A Matter of Taste

January 24, 2013

Like Eat This New York, A Man of Taste concentrates itself on the New York food scene. But unlike the former film, the latter shifts its lens on the theatre of the food itself, versus the construction of the stage.

 

Paul Liebrandt is the chef in particular. The film follows a 6 year arc of his attempt to lead a restaurant using his avant-garde cuisine. His creativity was very warmly received by critics and fellow chefs, yet it had the most difficult time to be accepted at his first stop in the documentary. The restaurant, while receptive to his artistry, wound up having to constrain the menu options because their patrons preferred burgers and fries in the recession economy.

 

No matter to Paul. Yes, it disappointed him. Yes, it was not part of his ambition. Yet it was part of his grand plan. What do I mean? The door closed on him, forcing him to move in another direction, to complete his pursuit of happiness.

 

Next came a restaurant called Gilt. The documentary makes clear that while he was the executive chef, his decisions were still constrained. After all, he was not the proprietor, only a mere employee. Thomas Keller suggested that there was some strong personal growth in his cuisine, yet it tended to be ostentatious. This ostentation was not seen favorably with the new New York Times critic, who preferred “comfort food” as Paul would say. The restaurant was dinged with a 2-star rating. Paul did not last.

 

Was this too a disappointment? Absolutely. Yet it was again another step in the right direction for him. The fascinating thing about the orientation humanity has toward the passage of time is in the uncertainty of the future based on past actions. In the present, past actions can seem to stall, regress, even destruct the lives of those aiming themselves at ideals for themselves. Yet intriguingly, while one sets an ideal for themselves to become, their livelihood manifests itself toward that ideal. Their decisions they make are all attempts at achievement. Even if they result unwittingly in failure, these failure is temporary. The pain can be endured. It is a learning lesson.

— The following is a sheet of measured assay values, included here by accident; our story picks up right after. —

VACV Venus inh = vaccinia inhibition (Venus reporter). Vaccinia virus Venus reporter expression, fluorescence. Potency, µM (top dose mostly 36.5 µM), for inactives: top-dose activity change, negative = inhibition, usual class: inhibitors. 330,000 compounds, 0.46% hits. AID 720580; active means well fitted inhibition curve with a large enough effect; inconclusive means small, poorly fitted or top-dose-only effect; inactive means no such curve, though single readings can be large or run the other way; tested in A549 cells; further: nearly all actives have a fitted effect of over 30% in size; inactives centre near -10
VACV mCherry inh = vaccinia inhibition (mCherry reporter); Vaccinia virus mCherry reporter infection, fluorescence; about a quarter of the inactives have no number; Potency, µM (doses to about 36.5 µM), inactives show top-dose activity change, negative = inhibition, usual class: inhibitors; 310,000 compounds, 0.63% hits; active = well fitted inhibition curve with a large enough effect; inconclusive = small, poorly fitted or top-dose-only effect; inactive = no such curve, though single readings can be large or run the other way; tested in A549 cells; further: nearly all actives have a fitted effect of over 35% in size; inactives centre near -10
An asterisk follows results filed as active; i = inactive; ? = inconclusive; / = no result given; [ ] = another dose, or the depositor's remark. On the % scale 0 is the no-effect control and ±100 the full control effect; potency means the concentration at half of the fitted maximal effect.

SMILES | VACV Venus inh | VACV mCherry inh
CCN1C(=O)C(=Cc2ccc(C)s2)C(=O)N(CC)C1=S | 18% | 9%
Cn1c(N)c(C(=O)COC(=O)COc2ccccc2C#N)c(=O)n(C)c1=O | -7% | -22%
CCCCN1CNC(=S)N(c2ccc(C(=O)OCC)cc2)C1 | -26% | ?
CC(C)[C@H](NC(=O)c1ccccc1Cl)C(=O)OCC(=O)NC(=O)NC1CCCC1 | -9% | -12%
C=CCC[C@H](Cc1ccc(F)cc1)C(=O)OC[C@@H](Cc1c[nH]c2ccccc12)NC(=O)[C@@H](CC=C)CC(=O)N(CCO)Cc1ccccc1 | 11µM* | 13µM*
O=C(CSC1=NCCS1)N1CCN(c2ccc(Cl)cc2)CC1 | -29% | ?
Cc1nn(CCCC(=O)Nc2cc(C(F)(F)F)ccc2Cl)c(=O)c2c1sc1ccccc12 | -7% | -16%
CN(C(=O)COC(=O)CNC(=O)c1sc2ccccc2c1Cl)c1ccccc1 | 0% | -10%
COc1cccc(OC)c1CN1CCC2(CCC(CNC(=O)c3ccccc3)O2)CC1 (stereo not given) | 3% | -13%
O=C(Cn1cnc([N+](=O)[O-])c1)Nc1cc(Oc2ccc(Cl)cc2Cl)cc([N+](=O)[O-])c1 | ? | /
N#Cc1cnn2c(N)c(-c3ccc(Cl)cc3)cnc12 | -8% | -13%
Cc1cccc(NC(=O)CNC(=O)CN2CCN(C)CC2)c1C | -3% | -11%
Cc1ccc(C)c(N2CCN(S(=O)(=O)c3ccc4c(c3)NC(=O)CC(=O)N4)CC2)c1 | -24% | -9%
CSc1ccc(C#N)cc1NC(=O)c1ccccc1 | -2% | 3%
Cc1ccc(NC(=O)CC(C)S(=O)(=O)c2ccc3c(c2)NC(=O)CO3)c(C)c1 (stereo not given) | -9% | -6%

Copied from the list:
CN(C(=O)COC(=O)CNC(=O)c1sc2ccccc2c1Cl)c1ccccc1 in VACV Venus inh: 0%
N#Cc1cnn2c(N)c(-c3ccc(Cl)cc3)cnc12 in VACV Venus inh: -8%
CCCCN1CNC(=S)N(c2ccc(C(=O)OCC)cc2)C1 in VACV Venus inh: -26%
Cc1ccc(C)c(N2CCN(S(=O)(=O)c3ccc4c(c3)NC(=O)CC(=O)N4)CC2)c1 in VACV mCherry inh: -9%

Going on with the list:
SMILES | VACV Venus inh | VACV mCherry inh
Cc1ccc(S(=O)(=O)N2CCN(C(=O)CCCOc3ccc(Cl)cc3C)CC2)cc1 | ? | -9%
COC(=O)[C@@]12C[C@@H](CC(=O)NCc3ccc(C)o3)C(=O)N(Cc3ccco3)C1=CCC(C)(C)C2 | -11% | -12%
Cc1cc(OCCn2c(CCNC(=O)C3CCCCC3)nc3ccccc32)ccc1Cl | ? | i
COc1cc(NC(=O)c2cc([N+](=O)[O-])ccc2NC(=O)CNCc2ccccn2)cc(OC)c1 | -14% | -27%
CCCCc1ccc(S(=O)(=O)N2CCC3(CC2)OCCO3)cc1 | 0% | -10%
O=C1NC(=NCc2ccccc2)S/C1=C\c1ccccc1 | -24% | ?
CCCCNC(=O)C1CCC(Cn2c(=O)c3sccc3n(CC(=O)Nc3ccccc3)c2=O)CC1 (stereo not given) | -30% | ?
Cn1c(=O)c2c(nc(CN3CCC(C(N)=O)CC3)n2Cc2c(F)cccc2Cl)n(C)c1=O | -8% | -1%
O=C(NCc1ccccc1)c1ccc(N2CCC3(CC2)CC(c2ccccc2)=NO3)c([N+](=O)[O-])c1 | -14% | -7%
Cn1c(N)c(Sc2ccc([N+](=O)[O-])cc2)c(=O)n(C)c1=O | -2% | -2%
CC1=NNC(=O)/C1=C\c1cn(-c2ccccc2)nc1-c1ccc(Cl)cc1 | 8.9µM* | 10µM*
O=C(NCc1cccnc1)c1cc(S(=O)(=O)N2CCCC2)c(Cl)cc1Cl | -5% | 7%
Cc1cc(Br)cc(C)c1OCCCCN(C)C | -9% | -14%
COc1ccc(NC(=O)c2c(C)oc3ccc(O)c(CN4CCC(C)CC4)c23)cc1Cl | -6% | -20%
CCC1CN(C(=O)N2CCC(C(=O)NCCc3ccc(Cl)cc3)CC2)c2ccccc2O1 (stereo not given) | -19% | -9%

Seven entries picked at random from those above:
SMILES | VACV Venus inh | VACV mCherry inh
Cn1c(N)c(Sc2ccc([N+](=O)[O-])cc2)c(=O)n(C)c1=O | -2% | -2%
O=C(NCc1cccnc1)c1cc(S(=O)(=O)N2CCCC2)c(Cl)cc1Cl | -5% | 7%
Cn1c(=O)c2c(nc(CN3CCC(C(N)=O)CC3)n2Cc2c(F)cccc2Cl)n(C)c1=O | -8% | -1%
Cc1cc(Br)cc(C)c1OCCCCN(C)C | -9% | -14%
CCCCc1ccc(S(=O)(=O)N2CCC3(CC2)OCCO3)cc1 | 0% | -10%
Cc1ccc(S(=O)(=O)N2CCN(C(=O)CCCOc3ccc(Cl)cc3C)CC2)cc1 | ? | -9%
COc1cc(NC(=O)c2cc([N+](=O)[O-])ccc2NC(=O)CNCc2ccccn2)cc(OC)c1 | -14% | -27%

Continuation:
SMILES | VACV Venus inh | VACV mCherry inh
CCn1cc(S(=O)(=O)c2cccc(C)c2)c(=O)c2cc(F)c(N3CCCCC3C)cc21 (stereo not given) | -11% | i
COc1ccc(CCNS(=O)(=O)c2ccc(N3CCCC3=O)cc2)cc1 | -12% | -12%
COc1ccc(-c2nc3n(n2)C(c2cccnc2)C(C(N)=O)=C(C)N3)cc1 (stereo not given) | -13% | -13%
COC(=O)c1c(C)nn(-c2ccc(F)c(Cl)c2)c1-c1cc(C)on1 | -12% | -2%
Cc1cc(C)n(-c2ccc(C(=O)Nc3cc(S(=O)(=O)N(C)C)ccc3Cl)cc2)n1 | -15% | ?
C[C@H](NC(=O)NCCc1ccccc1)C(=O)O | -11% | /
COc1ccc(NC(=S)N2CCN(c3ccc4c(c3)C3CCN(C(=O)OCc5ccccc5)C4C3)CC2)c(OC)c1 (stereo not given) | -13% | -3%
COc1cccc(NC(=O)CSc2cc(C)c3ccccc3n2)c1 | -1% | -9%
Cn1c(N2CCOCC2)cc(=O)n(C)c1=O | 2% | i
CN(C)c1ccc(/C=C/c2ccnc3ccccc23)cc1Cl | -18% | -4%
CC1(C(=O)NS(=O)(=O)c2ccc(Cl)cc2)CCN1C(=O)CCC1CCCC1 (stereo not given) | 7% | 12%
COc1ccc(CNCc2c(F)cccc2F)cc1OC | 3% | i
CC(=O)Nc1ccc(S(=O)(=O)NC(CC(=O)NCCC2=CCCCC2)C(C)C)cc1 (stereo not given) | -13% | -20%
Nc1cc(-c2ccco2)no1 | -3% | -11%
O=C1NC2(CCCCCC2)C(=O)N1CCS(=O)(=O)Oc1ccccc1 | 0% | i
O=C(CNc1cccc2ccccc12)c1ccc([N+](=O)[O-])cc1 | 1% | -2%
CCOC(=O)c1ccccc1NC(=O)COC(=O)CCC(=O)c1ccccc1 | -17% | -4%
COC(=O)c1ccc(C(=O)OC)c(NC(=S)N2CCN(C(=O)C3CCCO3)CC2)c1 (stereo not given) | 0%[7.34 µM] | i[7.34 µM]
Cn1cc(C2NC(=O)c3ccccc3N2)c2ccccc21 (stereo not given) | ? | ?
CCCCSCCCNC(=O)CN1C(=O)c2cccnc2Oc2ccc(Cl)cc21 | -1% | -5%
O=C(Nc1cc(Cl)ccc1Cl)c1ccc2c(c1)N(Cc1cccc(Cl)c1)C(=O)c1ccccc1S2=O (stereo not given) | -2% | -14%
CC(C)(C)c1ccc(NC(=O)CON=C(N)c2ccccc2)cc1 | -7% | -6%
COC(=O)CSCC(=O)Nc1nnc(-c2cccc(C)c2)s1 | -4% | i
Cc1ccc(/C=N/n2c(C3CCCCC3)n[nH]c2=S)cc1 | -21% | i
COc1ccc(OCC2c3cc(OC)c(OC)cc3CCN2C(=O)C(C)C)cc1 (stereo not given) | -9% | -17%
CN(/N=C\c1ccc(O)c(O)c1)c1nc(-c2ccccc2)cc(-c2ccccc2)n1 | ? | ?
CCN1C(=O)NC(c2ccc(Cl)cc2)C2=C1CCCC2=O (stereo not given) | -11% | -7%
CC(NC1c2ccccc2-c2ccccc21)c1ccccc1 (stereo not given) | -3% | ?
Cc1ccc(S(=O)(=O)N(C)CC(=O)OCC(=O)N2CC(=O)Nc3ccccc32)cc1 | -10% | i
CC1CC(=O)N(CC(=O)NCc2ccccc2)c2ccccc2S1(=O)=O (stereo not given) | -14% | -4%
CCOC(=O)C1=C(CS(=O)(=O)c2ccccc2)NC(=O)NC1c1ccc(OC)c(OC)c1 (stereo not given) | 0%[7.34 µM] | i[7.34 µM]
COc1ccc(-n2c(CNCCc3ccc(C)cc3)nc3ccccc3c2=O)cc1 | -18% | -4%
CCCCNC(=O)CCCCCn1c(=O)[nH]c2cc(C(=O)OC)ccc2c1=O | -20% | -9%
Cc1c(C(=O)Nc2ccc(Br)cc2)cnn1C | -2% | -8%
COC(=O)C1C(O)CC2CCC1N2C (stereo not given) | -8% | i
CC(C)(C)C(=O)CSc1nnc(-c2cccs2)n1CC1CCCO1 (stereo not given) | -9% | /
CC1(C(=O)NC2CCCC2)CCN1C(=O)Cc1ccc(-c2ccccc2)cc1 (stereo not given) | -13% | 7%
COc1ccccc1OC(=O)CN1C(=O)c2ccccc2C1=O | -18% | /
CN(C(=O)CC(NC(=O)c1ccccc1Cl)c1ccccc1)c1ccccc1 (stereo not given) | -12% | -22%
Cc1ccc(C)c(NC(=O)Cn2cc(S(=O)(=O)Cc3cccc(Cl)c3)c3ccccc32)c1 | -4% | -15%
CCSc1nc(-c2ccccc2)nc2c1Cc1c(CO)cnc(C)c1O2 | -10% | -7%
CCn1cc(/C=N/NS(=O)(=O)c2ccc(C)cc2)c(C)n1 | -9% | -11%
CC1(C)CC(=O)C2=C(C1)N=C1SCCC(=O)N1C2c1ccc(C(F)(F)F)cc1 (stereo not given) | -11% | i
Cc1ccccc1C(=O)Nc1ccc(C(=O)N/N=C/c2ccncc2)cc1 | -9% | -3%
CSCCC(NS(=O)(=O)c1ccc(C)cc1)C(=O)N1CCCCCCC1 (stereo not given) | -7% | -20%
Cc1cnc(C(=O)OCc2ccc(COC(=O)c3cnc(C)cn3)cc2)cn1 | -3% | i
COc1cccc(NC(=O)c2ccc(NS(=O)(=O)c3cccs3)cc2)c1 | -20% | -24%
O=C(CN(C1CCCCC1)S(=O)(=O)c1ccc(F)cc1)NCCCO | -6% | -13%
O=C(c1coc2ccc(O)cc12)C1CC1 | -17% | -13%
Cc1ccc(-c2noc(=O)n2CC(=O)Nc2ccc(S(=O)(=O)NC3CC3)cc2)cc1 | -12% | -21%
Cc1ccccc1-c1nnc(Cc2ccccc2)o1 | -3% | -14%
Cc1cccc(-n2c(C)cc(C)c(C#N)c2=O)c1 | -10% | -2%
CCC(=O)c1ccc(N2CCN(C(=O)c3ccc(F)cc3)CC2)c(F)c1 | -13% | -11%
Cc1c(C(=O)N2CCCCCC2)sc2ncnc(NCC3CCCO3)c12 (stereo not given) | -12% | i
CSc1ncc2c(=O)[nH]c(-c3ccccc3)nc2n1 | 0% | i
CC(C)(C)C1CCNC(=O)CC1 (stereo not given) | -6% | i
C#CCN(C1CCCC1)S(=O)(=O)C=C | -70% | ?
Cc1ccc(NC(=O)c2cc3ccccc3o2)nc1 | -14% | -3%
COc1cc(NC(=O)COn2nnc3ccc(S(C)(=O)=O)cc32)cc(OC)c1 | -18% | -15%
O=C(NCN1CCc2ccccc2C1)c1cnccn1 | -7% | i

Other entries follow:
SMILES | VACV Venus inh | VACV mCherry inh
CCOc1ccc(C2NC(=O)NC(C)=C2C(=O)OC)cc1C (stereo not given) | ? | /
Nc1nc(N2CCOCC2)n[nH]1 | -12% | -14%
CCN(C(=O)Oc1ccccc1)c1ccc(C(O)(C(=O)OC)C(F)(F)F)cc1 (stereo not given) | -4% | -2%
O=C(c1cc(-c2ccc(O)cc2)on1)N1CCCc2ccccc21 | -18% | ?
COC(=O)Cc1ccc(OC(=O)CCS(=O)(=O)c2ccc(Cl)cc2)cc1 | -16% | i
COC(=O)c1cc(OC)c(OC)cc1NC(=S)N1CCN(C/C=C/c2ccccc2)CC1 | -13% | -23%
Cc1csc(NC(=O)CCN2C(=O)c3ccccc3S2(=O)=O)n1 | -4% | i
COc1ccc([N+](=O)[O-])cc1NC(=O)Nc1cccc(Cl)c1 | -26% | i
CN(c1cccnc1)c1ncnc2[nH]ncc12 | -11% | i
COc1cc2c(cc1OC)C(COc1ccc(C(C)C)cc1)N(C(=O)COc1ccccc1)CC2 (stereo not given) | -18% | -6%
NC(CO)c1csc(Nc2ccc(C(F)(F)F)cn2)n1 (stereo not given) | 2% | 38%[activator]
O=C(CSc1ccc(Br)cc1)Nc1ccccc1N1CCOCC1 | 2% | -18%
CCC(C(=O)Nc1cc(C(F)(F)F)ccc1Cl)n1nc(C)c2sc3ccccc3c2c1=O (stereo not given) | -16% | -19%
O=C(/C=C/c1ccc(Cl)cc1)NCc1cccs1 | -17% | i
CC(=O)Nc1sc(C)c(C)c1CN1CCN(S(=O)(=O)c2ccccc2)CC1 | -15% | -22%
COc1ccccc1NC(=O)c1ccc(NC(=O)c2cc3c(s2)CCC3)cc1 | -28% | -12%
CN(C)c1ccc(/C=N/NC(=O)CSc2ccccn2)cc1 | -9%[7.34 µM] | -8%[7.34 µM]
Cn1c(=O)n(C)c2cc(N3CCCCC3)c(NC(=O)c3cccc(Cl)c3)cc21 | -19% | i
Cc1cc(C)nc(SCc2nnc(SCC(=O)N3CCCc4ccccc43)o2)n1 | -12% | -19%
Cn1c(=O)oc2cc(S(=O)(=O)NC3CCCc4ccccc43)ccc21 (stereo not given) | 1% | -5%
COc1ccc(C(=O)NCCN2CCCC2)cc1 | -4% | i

And the result of this trek was in the establishment of one of the best restaurants in New York City, Corton. Paul was able to scale down his flamboyance, perhaps as a learned lesson from his creative attempts at his previous stop. Paul also became co-owner of the kitchen, a first for him. And thus, he became the director of the menu, which arguably became more refined and mature.

 

He received an unprecedented 2-stars from Michelin.

 

Grade: A

 

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